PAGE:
Jeff Whitted, owner of Square Dog Books, Movies and Music, was selling vinyl before it got retro-cool.
Whitted entered the music retail business in 1981 when he started working for a regional chain called DJ’s Sound City at the Triangle Mall. It was a year before the release of the first CDs, which would quickly overtake cassettes and records as the dominant form of music sales.
What is old is new. In 2020, vinyl records overtook CDs as the primary source of physical music sales in the United States. The gap between the two formats is expected to widen further by the end of this year.
“We have people who come every day saying, ‘I don’t know where I would be without music. “It plays on your emotions, it’s an indicator for a point in your life,” Whitted said.
Whitted trade names changed several times over the following years. His Music Rack and Just Music stores both spent years in various window displays in the Triangle Mall and he launched Square Dog in 2013 after being unable to keep up with a rent increase. He recently completed renovations to his current home on Vandercook Way, which he plans to be the last home in the store.
Whitted attributes her continued success to a deep love of music and an ability to respond to client interests and the ever-changing demands for all types of media that pass through its doors.
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Square Dog had to adopt again as the vinyl boom coincides with similar delays in the supply chain that other industries have endured. The re-recording of “Fearless” by Taylor Swift set a modern record for weekly vinyl sales in June and Adele’s new album “30” should further accentuate the vinyl manufacturing activity. At the same time, hundreds of new, smaller albums are unable to fill orders or have very limited supplies.
“I’m overstocking a lot more now, I get five or 10 or whatever will get us through a few months,” Whitted said.
The DVD side of business
Pat Zangl has been a regular customer since the current location opened. Zangl has stated that he doesn’t have cable or internet in his home, so he goes through Square Dog to ask for DVD boxes of shows he grew up watching or movies that interest him.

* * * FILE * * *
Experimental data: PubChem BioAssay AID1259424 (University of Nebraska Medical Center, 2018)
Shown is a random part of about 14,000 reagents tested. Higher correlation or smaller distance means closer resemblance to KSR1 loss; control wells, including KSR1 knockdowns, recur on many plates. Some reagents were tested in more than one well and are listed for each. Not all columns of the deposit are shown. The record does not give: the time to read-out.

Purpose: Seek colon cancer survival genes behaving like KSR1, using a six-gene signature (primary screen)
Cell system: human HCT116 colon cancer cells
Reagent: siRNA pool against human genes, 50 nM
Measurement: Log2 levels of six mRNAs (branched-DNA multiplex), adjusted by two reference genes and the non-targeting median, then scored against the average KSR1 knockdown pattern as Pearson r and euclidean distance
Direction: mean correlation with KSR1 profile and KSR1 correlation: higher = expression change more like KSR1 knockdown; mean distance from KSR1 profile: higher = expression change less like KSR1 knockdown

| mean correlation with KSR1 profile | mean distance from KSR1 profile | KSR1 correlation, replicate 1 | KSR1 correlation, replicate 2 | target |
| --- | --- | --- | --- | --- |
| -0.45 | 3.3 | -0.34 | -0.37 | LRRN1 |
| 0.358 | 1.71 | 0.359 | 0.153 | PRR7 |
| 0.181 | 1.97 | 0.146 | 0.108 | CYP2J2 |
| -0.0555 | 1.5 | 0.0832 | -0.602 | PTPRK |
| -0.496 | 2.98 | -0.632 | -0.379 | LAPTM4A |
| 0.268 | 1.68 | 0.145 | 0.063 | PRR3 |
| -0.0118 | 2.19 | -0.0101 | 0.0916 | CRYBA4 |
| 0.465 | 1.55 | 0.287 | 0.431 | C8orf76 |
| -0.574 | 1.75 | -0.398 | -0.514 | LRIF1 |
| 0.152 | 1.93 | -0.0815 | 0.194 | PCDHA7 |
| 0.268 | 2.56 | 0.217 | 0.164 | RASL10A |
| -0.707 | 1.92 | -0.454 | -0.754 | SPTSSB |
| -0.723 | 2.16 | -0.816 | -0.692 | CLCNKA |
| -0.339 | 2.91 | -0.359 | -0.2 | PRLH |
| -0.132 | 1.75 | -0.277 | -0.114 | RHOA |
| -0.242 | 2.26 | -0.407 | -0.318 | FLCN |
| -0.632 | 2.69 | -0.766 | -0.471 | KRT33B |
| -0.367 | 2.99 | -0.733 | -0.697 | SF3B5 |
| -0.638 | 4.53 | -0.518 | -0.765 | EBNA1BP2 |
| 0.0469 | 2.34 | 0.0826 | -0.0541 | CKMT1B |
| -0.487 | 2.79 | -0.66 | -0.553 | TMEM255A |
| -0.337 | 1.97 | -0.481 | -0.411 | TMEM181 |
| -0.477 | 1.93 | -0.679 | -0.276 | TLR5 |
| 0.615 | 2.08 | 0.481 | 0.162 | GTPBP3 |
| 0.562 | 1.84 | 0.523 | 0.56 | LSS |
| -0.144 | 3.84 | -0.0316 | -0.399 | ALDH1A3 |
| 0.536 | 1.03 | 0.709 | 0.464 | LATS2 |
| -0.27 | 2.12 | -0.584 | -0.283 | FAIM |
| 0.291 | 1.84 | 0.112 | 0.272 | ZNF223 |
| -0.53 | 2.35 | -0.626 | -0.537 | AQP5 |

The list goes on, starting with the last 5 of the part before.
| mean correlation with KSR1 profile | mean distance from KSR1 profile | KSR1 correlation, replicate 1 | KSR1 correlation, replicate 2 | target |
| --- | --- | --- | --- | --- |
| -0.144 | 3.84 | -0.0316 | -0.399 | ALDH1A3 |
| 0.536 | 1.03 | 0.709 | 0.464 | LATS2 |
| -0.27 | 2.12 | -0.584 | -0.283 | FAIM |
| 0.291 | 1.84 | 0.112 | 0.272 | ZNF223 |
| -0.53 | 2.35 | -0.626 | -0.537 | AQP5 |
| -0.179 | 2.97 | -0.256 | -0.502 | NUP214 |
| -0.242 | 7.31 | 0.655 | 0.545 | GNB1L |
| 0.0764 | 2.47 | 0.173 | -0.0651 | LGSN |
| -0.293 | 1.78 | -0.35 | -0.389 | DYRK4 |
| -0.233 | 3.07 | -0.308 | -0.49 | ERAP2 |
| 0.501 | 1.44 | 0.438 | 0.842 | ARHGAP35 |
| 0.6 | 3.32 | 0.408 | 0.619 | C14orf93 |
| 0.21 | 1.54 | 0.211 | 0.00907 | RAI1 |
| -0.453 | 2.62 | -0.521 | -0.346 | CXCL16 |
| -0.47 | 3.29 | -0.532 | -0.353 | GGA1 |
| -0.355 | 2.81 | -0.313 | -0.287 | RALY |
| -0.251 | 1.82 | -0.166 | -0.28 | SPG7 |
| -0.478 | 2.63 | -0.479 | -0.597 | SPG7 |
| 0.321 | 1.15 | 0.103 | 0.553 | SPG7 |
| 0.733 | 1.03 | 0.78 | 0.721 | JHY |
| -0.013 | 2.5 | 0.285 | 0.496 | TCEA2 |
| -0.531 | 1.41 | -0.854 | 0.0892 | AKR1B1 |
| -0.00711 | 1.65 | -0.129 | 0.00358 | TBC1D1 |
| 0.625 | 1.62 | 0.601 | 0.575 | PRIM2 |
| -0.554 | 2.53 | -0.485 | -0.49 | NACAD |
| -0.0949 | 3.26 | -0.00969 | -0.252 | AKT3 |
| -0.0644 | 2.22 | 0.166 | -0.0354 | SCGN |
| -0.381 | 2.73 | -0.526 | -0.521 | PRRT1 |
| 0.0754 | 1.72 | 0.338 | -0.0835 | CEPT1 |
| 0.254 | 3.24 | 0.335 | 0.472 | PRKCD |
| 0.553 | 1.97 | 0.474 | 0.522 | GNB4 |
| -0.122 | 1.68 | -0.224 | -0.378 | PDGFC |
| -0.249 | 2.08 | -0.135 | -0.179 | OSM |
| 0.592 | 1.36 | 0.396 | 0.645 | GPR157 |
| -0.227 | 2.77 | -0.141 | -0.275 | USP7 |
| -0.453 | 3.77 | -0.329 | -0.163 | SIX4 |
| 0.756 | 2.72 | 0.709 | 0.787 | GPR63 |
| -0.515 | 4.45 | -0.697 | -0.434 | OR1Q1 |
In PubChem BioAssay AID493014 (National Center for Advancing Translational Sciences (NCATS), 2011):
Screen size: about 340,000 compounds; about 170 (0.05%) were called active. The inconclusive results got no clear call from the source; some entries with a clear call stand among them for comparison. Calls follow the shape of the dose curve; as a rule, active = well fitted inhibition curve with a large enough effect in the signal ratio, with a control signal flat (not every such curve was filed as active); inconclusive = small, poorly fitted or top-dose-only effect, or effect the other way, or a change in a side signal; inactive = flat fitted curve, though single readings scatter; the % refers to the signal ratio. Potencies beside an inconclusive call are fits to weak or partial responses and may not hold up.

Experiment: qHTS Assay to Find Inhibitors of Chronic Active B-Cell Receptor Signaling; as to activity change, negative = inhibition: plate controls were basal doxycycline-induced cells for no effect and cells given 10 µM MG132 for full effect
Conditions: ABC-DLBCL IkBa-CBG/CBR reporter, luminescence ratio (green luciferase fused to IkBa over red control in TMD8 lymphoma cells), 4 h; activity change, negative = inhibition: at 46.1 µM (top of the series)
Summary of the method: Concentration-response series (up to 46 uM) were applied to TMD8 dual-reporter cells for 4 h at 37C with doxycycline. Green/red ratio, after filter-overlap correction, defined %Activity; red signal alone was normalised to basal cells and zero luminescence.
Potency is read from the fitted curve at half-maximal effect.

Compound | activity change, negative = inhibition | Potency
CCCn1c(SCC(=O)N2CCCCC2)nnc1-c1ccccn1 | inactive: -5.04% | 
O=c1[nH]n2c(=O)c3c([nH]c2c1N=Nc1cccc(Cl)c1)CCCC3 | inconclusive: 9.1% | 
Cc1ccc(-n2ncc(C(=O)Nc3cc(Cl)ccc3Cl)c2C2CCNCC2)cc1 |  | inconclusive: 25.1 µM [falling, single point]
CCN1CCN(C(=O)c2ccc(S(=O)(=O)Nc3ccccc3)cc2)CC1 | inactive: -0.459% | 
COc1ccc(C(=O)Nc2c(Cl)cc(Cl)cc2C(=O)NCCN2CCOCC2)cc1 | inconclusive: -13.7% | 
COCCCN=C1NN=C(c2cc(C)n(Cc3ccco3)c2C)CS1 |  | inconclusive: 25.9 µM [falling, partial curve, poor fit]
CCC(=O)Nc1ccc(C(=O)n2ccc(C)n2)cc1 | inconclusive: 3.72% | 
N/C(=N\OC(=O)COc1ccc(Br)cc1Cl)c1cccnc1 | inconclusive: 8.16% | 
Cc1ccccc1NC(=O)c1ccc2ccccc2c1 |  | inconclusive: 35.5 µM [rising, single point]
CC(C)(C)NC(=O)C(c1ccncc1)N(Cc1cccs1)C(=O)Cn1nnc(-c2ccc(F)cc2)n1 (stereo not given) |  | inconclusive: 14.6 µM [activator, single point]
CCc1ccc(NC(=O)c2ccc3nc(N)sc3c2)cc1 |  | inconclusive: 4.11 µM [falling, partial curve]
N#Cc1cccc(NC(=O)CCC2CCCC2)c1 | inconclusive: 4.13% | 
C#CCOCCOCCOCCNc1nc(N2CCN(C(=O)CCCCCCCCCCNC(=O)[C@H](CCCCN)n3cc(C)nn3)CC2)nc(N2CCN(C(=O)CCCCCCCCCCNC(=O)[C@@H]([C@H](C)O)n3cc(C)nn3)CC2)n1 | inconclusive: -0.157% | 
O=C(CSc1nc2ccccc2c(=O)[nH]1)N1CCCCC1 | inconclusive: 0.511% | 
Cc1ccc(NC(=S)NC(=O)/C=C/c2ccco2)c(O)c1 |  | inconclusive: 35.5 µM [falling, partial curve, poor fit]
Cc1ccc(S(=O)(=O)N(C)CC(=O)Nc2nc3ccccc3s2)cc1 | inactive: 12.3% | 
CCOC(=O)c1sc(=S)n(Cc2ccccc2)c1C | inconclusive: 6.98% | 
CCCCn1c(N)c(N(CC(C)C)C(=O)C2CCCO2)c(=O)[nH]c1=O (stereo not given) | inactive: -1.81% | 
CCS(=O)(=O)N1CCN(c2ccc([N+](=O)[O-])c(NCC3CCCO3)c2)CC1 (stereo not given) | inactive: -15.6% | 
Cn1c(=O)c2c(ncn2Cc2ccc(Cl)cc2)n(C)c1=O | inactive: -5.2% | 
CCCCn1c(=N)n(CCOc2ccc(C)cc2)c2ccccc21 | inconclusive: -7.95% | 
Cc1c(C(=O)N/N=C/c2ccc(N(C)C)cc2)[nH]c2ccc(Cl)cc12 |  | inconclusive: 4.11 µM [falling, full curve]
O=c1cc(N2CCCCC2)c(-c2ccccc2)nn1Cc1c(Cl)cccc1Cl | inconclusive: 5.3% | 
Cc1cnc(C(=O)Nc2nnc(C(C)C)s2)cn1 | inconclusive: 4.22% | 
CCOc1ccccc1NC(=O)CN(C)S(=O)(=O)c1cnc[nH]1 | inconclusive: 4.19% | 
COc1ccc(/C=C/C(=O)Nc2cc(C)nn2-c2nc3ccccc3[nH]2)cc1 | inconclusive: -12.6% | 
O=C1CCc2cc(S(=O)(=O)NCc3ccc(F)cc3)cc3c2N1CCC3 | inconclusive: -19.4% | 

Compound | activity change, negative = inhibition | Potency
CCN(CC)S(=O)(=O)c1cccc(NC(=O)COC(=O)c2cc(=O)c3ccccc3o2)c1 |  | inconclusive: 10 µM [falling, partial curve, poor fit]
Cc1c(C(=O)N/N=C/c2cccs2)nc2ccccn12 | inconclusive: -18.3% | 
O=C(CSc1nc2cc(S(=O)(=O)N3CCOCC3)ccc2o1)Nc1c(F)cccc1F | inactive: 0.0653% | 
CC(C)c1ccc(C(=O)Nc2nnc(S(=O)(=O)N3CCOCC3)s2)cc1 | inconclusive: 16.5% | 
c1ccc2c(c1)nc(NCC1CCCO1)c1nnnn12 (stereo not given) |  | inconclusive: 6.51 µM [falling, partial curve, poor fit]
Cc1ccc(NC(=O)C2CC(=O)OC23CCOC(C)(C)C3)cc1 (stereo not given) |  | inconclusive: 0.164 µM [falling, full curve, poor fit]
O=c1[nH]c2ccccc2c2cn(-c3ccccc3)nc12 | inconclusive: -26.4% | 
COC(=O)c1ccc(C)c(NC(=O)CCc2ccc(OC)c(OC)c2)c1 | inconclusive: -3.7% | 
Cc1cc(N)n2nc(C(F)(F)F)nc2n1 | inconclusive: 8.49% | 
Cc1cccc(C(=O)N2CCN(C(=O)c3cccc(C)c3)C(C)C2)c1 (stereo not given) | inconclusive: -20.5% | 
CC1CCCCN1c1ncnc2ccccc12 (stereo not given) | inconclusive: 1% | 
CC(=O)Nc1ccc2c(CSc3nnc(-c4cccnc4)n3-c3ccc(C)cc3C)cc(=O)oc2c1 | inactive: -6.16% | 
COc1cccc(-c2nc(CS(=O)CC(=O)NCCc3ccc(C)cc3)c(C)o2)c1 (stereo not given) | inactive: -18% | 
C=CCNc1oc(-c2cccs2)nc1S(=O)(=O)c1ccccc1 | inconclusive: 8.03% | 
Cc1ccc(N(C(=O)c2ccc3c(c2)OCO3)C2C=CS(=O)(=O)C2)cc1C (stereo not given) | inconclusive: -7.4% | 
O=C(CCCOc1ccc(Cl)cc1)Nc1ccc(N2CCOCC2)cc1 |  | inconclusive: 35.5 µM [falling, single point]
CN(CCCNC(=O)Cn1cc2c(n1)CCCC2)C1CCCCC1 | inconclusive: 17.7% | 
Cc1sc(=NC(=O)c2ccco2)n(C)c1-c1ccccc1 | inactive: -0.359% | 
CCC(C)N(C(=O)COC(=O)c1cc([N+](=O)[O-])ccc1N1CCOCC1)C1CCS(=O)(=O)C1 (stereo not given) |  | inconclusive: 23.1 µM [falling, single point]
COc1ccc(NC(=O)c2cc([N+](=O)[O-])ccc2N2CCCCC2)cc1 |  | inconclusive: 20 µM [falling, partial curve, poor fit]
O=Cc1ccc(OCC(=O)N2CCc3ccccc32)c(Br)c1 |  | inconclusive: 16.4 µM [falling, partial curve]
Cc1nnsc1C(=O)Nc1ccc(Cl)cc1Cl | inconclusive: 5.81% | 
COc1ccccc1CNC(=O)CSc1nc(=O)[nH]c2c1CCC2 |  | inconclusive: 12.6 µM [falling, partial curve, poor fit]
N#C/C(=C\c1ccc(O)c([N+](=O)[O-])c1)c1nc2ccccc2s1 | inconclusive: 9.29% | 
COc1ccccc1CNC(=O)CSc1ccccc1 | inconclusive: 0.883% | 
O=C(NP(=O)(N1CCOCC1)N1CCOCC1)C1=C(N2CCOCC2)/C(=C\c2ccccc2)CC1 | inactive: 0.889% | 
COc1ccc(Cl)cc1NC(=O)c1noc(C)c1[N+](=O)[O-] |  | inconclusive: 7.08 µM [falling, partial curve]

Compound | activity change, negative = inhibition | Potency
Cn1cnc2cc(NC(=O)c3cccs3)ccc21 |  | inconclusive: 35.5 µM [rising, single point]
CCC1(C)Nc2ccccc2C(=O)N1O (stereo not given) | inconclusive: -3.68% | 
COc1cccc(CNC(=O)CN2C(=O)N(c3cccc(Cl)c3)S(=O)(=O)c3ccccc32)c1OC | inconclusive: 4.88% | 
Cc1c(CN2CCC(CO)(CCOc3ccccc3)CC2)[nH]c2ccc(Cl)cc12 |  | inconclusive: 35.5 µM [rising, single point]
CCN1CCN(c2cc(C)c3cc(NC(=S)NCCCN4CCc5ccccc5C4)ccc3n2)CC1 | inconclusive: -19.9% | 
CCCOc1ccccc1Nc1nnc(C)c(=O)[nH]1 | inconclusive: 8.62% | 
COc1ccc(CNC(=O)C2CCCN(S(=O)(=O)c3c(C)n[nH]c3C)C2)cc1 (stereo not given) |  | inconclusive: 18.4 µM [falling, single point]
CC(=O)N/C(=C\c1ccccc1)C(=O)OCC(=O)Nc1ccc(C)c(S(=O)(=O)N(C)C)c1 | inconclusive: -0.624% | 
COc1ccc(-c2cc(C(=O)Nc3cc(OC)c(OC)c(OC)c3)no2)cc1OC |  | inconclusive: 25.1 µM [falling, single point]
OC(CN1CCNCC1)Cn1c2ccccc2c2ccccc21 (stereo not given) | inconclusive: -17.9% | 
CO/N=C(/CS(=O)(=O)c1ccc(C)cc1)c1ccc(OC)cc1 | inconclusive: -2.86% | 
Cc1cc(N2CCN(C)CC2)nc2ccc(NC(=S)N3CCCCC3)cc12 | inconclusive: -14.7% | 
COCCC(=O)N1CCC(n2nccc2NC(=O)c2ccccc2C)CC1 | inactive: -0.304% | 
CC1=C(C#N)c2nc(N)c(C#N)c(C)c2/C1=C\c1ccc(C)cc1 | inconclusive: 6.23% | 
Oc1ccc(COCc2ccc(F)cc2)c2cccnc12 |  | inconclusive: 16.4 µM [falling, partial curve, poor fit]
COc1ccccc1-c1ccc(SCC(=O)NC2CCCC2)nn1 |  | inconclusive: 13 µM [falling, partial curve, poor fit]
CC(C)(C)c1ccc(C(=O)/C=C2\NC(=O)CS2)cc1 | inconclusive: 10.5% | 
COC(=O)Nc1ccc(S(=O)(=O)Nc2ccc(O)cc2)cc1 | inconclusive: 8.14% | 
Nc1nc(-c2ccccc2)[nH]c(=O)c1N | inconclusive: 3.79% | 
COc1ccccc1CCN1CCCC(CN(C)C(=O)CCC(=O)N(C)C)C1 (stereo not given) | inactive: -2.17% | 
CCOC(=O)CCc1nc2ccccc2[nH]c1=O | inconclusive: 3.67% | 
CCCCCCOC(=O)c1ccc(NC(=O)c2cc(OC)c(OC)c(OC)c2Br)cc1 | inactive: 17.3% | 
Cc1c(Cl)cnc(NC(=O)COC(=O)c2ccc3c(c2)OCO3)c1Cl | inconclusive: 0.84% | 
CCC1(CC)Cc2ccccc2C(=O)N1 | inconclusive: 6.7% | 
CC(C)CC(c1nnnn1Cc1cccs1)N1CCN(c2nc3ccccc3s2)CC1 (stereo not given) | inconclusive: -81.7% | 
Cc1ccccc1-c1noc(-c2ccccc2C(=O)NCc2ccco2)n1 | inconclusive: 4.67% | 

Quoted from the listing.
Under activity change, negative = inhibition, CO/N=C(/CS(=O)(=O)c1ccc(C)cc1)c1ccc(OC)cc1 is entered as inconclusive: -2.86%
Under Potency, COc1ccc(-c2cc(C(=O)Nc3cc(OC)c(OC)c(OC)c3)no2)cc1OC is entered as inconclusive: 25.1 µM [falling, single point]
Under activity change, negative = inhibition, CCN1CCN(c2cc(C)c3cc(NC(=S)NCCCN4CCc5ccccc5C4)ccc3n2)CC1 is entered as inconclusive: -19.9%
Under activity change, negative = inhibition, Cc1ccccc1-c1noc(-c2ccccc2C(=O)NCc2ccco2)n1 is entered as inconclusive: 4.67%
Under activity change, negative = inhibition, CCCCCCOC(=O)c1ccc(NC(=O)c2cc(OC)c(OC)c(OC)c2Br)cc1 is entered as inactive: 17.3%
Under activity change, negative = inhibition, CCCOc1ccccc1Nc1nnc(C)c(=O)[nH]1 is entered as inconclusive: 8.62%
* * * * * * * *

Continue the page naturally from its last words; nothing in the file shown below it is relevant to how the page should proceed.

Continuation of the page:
For items that are not currently in stock in the store, Whitted places overnight orders for as many requested items as possible. He helped find box sets for science fiction TV series like “Highlander” and the late 1960s series “Land of the Giants”.
“He pretty much found everything I ever asked for. The guy is good at it,” Zangl said.
In terms of volume, the supports used dominate the storefront and upstairs storage areas. Whitted said that selecting the second-hand items he receives and organizing them on the shelves occupies the largest percentage of his time in all aspects of his business.
“It comes out when I go to meet other people in this business because I’m slow, meticulous and picky about our used items. Only records that are of fairly good quality do,” said Whitted.
The focus on second-hand items was further increased in the preparation of Square Dog’s sales plans for Black Friday and Small Business Saturday. The back of the store is filled with boxes of used DVDs. Whitted expects to sell thousands of titles at discounted prices during the holiday sales rush.
Black Friday also coincides with Record Store Day. Square Dog and Stash Records are the two local stores officially registered to participate in the national event, which features discounted tracks and records that won’t be available until Friday.